MS05-041: Denial of Service Vulnerability in Remote Desktop/Remote Assistance





Severity: Moderate



CVE:




Affected Software:

* 2000 SP4

* XP, all Service Packs & platforms

* 2003, all Service Packs & platforms



This update resolves a newly-discovered, privately-reported vulnerability. A vulnerability in the Remote Desktop Protocol (RDP) exists that could allow an attacker to cause a system to stop responding. The vulnerability is documented in the ?Vulnerability Details? section of this bulletin.



Handler chatter:

MS labels this as moderate because remote desktop service (rdp or termina services) are not enabled by default. However many admins enable RDP for administration on and remote assistance requests expose this service until the request expires making the application of this patch essential for most environments. Additionally, there are circumstances where RDP is enabled by default; for example, in Media Center Editions of XP.



There was
on this back in early July when this was released at the time the POC code was not public, it is public now though. There was some chatter on the indicating that this could possibly be leveraged into an exploit, but the nuances of Windows kernel exploitation are out of the reach of all but the Most High Hackers. eEye came out several weeks ago and nothing more. Who's right? Who knows. If it's not just a DoS it wouldn't be the first time an unexploitable DoS had been exploited.



MS05-042: Kerberos vulnerabilities





Severity: Moderate



CVE:




Affected Software:

* 2000 SP4

* XP, all Service Packs & platforms

* 2003, all Service Packs & platforms



Kerberos hitchhikes onto all windows active domains, it's not something optionally installed.



Microsoft dubbed the answer to all security bulletin '

Vulnerabilities in Kerberos could allow denial of service, Information disclosure and spoofing'.



This is actually a two vulnerabilities into one package deal:
and .



CAN-2005-1981



Microsoft rates it as medium and states the worst thing that could happen is that the Active Domain would stop authenticating users. It seems to involve a well aimed packet at the domain controller, causing it to reboot after a one minute countdown.



Valid user credentials are required and windows 2000 and 2003 servers are affected.



Now we don't want the earth to get leveled but neither do we what the users whining about not being able to log in, do we? Add to that that rebooting servers are a real pain as well.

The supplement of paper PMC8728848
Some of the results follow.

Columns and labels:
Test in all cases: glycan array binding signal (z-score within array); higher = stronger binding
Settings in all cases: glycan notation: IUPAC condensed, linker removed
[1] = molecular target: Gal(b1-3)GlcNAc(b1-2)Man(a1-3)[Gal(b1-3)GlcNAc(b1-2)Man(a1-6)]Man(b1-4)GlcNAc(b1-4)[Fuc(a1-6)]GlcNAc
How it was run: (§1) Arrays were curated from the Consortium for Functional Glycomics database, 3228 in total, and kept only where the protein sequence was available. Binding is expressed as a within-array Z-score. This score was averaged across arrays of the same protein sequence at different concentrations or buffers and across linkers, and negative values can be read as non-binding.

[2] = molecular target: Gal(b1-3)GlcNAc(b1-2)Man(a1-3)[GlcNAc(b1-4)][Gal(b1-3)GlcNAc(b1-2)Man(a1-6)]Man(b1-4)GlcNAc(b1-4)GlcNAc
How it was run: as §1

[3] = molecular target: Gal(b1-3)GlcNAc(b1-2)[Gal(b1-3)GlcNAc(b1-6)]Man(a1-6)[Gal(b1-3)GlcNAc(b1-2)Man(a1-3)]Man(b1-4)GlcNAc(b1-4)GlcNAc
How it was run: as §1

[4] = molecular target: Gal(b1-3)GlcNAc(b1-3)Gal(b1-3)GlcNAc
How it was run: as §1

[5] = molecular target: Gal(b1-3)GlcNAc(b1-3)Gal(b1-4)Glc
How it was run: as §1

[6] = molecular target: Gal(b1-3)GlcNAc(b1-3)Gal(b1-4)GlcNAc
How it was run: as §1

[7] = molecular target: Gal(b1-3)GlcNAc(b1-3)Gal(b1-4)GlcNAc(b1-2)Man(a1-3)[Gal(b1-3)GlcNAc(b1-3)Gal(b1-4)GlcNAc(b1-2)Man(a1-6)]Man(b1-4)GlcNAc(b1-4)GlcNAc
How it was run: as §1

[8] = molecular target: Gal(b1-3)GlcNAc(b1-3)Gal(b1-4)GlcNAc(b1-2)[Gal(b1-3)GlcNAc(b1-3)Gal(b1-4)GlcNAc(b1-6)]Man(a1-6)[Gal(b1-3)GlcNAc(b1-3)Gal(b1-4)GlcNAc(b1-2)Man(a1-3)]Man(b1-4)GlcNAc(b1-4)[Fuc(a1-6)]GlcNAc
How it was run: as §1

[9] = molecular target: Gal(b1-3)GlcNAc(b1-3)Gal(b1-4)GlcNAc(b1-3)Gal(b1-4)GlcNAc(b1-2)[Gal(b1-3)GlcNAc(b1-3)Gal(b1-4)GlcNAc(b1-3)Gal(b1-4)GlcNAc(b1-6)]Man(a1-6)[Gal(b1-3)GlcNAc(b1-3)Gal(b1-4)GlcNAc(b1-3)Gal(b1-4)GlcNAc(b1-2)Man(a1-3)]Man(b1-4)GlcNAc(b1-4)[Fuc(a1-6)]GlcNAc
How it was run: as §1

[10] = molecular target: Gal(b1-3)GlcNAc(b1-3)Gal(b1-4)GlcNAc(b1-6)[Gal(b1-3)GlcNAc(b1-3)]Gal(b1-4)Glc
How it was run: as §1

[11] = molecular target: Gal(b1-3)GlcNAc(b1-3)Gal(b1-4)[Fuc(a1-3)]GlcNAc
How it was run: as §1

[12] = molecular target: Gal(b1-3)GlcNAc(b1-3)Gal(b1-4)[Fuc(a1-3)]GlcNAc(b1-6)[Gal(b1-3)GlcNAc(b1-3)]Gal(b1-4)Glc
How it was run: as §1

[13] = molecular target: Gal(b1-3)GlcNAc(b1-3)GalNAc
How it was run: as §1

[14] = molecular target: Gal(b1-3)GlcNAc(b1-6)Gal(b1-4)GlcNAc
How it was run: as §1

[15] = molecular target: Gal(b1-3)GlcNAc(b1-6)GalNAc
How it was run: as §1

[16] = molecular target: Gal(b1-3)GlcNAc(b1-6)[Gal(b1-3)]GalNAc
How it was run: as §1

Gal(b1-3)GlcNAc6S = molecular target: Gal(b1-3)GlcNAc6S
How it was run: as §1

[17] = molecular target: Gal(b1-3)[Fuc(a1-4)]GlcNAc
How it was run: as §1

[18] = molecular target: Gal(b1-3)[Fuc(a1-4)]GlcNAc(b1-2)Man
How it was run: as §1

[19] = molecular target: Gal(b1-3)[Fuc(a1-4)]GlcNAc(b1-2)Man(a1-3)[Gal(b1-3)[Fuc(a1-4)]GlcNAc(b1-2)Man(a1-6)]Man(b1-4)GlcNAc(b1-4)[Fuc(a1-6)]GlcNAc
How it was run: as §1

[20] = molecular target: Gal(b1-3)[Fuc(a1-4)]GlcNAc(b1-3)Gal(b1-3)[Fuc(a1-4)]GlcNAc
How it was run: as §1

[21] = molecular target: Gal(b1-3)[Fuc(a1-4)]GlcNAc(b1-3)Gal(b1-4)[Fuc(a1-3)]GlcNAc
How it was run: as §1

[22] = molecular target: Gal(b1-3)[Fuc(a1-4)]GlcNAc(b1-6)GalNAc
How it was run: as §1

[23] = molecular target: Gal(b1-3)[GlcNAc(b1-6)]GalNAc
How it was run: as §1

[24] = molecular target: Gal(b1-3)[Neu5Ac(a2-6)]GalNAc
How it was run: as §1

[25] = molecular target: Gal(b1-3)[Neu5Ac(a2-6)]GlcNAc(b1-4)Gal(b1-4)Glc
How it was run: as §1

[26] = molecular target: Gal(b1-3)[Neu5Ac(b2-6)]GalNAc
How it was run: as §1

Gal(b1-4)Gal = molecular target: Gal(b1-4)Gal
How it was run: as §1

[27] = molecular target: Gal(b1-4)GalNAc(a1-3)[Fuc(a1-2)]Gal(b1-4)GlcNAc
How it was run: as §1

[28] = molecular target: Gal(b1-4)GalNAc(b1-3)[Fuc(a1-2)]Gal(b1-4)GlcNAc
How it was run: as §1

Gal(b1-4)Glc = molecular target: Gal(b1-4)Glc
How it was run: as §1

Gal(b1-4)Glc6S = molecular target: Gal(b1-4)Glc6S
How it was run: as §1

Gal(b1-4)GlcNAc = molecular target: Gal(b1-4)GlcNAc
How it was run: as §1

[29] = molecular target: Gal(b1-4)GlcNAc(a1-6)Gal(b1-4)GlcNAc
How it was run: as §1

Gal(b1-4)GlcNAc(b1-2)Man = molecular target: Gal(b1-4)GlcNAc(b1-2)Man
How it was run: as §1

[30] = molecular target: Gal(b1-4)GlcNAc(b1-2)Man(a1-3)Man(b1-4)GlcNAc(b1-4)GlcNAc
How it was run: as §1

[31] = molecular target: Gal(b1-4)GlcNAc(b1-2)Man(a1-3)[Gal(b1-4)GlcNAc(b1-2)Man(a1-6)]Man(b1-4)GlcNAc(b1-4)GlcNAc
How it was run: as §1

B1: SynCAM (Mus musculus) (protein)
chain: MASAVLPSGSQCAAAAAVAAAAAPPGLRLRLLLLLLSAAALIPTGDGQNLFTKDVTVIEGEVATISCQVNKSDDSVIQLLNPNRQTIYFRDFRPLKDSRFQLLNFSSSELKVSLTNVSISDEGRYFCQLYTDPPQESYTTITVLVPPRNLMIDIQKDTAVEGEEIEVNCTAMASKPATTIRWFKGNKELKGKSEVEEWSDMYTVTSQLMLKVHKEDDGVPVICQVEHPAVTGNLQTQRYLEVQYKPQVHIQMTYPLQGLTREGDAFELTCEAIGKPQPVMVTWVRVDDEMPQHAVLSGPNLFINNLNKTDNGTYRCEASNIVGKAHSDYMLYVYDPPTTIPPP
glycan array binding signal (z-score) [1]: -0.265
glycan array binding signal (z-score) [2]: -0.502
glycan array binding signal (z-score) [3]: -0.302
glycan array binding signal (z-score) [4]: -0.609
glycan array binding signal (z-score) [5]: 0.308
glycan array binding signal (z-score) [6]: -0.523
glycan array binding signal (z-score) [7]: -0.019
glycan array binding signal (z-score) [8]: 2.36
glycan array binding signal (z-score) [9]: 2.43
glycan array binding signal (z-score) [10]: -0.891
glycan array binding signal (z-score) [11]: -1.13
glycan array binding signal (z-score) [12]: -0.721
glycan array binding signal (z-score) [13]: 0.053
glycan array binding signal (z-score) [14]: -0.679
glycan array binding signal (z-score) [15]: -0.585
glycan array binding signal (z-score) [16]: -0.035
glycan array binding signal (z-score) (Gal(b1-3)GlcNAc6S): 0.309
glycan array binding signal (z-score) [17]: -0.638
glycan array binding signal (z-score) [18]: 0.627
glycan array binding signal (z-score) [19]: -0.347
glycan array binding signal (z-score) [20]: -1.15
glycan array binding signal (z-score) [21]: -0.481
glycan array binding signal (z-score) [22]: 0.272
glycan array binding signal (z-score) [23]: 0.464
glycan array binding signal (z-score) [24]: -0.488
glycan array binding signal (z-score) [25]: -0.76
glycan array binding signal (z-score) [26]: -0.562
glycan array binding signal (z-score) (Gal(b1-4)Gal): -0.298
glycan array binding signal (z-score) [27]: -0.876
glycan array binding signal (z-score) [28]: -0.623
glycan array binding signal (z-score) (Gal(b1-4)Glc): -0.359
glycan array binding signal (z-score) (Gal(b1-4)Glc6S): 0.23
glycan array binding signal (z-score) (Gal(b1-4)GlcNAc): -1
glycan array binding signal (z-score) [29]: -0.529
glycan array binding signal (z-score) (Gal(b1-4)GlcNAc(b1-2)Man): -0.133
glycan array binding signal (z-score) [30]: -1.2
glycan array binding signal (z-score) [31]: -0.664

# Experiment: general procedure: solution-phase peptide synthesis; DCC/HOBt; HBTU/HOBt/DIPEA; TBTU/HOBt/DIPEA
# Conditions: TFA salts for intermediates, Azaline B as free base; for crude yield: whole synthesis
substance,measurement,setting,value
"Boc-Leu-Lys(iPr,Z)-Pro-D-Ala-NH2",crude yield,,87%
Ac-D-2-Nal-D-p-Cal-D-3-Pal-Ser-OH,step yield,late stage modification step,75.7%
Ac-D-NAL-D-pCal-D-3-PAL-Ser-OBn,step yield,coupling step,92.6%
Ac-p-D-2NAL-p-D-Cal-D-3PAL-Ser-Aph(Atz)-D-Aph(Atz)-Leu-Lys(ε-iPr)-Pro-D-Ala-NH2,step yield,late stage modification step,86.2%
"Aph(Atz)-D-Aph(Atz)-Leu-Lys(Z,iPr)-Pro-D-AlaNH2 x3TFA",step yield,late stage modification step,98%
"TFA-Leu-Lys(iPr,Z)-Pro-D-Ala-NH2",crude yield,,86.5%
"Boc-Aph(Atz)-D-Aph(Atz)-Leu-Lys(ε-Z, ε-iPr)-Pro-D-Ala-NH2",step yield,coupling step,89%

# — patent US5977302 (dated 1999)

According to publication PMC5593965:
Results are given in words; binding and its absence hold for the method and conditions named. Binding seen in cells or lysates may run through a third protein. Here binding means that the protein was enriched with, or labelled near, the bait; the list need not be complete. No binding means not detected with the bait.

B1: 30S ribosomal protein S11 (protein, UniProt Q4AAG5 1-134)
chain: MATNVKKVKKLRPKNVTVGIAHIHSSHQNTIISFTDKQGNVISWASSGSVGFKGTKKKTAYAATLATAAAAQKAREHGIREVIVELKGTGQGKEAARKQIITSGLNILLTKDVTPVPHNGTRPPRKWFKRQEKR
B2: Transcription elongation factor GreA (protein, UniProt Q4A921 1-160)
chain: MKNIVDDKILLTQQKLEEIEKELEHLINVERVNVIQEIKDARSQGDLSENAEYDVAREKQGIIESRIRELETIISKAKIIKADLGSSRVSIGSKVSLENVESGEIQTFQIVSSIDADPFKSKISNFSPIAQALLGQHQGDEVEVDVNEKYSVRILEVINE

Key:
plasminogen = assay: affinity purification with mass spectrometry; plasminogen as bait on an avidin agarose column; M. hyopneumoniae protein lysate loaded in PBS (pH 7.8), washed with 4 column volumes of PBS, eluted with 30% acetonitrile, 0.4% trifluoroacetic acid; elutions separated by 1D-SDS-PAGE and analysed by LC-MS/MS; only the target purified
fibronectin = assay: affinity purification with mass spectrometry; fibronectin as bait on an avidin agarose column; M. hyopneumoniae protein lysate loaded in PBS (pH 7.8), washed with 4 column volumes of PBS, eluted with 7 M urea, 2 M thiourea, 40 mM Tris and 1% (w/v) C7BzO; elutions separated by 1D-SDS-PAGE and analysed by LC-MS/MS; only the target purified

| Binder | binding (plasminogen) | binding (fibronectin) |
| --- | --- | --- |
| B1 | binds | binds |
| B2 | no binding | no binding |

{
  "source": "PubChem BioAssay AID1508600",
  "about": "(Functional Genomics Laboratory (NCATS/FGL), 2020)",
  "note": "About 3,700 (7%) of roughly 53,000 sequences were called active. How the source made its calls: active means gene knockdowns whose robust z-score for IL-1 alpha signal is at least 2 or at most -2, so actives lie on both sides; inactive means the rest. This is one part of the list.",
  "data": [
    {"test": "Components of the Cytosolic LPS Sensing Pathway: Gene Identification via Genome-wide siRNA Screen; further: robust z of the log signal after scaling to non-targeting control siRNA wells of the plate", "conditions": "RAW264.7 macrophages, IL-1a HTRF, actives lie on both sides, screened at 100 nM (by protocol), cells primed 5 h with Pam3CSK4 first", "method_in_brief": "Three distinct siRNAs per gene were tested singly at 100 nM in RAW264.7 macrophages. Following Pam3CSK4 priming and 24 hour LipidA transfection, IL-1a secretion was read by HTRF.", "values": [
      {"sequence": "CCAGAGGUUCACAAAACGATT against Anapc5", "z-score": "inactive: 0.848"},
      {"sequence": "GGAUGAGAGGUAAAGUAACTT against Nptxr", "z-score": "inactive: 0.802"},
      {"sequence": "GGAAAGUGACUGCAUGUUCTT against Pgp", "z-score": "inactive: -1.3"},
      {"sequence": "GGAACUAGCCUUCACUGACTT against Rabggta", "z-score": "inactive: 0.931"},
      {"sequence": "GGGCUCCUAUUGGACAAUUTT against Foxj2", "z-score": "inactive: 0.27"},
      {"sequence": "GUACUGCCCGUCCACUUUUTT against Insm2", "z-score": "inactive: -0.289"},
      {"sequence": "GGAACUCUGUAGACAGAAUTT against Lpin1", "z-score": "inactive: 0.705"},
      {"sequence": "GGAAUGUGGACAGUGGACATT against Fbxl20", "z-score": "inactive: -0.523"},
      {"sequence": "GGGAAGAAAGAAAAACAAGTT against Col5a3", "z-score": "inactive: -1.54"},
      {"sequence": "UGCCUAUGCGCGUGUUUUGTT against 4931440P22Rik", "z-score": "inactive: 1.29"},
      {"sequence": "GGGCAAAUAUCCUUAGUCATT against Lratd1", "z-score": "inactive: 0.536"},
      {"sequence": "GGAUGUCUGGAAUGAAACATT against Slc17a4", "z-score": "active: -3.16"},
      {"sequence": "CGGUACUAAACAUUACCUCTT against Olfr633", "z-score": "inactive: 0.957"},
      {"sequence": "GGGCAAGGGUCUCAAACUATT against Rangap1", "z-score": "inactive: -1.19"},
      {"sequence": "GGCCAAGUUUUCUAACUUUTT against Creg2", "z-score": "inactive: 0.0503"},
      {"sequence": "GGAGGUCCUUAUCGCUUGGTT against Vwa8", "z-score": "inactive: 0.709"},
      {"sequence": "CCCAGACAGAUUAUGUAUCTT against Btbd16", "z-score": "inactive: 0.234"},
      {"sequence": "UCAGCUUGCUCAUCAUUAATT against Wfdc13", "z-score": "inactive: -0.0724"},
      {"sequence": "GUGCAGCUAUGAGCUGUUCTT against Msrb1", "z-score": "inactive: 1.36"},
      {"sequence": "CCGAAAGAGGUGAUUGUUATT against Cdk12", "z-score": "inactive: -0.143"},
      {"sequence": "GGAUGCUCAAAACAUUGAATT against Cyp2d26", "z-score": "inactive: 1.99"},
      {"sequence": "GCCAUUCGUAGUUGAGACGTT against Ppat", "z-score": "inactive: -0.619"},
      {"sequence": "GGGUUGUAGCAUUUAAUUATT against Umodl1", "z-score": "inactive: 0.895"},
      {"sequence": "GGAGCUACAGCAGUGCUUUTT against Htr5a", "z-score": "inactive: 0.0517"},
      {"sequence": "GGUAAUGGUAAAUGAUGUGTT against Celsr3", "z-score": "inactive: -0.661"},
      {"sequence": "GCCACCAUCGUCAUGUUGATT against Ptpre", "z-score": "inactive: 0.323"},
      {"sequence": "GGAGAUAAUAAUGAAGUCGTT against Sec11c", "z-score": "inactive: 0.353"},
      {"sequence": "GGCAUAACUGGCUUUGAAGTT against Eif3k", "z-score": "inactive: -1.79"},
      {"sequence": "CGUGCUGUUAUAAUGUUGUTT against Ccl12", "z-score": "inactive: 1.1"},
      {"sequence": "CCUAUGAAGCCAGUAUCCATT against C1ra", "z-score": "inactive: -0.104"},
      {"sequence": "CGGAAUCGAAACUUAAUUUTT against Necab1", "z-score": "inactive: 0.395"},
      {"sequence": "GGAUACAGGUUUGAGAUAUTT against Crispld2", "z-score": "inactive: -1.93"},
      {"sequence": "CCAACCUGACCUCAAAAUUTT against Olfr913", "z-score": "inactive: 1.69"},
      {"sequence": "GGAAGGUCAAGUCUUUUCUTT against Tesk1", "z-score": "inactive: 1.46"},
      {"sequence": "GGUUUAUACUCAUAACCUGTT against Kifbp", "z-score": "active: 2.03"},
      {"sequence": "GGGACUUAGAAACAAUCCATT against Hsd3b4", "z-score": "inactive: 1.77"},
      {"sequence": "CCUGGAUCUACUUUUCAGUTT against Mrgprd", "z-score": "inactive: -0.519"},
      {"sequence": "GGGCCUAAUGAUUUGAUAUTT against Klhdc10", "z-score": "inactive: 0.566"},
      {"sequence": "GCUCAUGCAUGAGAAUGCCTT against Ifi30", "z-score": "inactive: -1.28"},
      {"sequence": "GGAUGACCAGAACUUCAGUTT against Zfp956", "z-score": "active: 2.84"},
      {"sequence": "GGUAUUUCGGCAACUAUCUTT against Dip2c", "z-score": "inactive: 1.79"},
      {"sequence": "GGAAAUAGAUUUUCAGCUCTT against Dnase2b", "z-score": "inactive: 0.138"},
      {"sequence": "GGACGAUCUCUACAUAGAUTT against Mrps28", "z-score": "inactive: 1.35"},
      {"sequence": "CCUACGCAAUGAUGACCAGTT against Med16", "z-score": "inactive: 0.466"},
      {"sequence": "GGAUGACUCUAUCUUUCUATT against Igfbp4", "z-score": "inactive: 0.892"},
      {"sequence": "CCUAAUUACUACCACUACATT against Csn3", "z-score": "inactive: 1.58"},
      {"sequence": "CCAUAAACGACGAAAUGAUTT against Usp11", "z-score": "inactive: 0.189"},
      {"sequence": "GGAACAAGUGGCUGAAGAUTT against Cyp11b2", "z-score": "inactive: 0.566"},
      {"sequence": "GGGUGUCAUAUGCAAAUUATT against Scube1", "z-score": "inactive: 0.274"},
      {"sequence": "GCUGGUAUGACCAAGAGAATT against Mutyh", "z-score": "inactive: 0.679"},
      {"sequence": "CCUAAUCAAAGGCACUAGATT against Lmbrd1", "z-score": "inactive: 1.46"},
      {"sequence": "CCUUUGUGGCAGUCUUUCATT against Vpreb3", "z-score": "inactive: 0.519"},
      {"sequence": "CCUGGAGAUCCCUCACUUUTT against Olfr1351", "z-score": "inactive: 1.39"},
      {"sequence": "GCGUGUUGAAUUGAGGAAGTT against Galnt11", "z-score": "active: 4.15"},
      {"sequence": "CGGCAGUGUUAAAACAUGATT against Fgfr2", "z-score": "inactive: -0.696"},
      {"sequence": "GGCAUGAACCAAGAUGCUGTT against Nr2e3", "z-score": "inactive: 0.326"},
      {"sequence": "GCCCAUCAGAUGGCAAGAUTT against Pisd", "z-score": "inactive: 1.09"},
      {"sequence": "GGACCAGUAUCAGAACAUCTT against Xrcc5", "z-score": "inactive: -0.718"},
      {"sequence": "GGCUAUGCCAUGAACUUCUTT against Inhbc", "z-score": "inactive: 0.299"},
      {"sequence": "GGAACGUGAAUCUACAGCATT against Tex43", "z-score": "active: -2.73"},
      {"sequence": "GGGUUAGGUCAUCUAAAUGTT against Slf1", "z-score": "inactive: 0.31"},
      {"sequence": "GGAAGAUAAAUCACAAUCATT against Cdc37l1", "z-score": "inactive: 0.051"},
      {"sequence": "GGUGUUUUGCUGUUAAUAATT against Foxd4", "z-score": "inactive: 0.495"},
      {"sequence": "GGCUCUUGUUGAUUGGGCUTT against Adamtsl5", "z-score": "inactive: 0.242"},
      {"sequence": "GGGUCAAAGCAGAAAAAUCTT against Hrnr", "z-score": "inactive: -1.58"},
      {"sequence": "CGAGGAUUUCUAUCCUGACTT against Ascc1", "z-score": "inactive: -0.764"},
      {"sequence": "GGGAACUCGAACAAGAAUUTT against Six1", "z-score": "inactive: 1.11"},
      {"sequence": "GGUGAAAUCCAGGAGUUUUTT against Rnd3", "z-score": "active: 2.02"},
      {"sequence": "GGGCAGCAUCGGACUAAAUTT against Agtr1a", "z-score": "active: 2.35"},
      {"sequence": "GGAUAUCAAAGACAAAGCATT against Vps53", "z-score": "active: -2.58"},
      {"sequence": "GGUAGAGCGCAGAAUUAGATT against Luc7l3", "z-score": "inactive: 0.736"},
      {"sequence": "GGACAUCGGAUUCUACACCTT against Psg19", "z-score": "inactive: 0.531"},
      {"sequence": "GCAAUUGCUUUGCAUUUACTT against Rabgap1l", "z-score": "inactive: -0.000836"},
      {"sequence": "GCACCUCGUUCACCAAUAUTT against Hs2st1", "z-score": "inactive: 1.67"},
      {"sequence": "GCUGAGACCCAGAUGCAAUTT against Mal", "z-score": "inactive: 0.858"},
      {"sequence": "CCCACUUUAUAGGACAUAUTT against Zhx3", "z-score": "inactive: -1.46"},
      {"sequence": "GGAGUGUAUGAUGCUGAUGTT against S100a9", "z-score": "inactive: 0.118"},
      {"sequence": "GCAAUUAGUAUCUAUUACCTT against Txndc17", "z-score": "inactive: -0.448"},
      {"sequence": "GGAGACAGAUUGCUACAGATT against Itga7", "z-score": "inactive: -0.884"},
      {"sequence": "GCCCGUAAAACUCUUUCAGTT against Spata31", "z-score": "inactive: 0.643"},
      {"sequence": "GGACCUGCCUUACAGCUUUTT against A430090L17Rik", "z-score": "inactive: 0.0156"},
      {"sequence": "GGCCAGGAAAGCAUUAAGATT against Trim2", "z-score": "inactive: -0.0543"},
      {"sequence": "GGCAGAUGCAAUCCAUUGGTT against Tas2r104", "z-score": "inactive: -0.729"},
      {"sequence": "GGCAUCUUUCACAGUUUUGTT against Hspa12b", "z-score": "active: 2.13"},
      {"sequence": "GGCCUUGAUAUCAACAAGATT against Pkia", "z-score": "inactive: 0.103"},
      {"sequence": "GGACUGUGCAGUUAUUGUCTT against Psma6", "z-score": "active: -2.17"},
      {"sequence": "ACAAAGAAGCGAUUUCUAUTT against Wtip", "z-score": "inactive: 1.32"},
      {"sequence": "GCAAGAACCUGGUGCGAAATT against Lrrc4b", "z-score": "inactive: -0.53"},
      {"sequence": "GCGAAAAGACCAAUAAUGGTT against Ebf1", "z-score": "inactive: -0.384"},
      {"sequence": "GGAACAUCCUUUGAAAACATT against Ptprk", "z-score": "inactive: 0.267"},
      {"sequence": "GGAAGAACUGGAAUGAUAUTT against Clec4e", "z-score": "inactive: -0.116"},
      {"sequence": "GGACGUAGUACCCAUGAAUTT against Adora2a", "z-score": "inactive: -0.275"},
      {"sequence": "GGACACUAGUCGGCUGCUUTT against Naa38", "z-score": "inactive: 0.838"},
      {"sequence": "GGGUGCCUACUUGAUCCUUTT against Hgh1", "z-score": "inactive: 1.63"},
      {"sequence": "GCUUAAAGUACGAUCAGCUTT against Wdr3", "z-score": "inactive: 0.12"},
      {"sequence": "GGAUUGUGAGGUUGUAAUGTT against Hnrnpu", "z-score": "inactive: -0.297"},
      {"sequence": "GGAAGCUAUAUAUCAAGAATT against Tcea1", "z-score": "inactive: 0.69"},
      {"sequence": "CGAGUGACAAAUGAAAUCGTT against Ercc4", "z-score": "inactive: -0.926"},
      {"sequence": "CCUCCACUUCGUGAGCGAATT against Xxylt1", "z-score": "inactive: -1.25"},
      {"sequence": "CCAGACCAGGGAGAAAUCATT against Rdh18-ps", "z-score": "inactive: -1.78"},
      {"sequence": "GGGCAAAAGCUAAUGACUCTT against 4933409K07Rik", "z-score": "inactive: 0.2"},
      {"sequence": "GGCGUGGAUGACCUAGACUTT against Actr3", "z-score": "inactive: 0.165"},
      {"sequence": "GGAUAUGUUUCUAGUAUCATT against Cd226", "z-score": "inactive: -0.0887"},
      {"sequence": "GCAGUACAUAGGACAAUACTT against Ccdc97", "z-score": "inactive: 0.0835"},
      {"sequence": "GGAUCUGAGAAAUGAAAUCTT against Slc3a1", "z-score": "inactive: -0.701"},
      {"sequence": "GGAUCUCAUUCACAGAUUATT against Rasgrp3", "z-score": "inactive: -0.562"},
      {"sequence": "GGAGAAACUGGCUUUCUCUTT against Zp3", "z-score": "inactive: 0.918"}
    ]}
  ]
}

Shielding TCP and UDP port 88 from hostile networks might help 'till you get your towel and apply the patch.



CAN-2005-1982



If you use smart cards in your domain, it would mean you value security enough to deploy a two factor authentication. As such you're unlikely to really appreciate some monkey in the middle type attack that can happen if you have enabled smart card technology the
way.



The impact can be very broad as the attacker (who needs a valid account with smart card) gains rights of others users.



Hence this really is for you if you use smart cards to authenticate your users on your windows domain.



Note: The Vogons point out there are no workarounds known to them, we'll take their word for it.



MS05-043: Vulnerability in Print Spooler Service Could Allow Remote Code Execution





Severity: Critical



CVE:



Affected Systems:

* 2000 SP 4

* XP SP1 & 2 (32-bit)

* Server 2003 & Server 2003 (Itanium) w/o service packs.



Vulnerability:

This patch addresses a buffer overflow in the print spooler service, which is spoolsv.exe. For Windows 2000 and Windows XP SP1, any anonymous user could attempt to exploit this vulnerability. For Windows XP SP2 and Windows Server 2003, the user would need to be authenticated.

Thanks to helpful handlers!



The diary is usually a collaborative effort, but on MS Patch Day, the collaboration reaches a new level. I'd like to thank all of the handlers for their assistance today - I'd rattle off a litany of names, but you know who you are. Thanks!



Opportunites squandered



Astute readers may have noticed my absence from diary duties of late. I've been traveling and training all over the damn place for what seems like forever, and I had planned on doing a write-up on my most recently attended event, the week-long blur known as BlackHat/DEFCON, but I mistakenly volunteered to take the hotseat on the second Tuesday of the month. My thrilling tales will have to wait for another day, interpid fans, but rest assured, thrilling tales they be!



Until that day, happy patching!



===============

Cory Altheide

caltheide@isc.sans.org

Handler On Duty

===============

Mistook their nods for an approval

Just ignore the smoke and smile



* Just so you don't miss it, make sure to check out Handler William Salusky's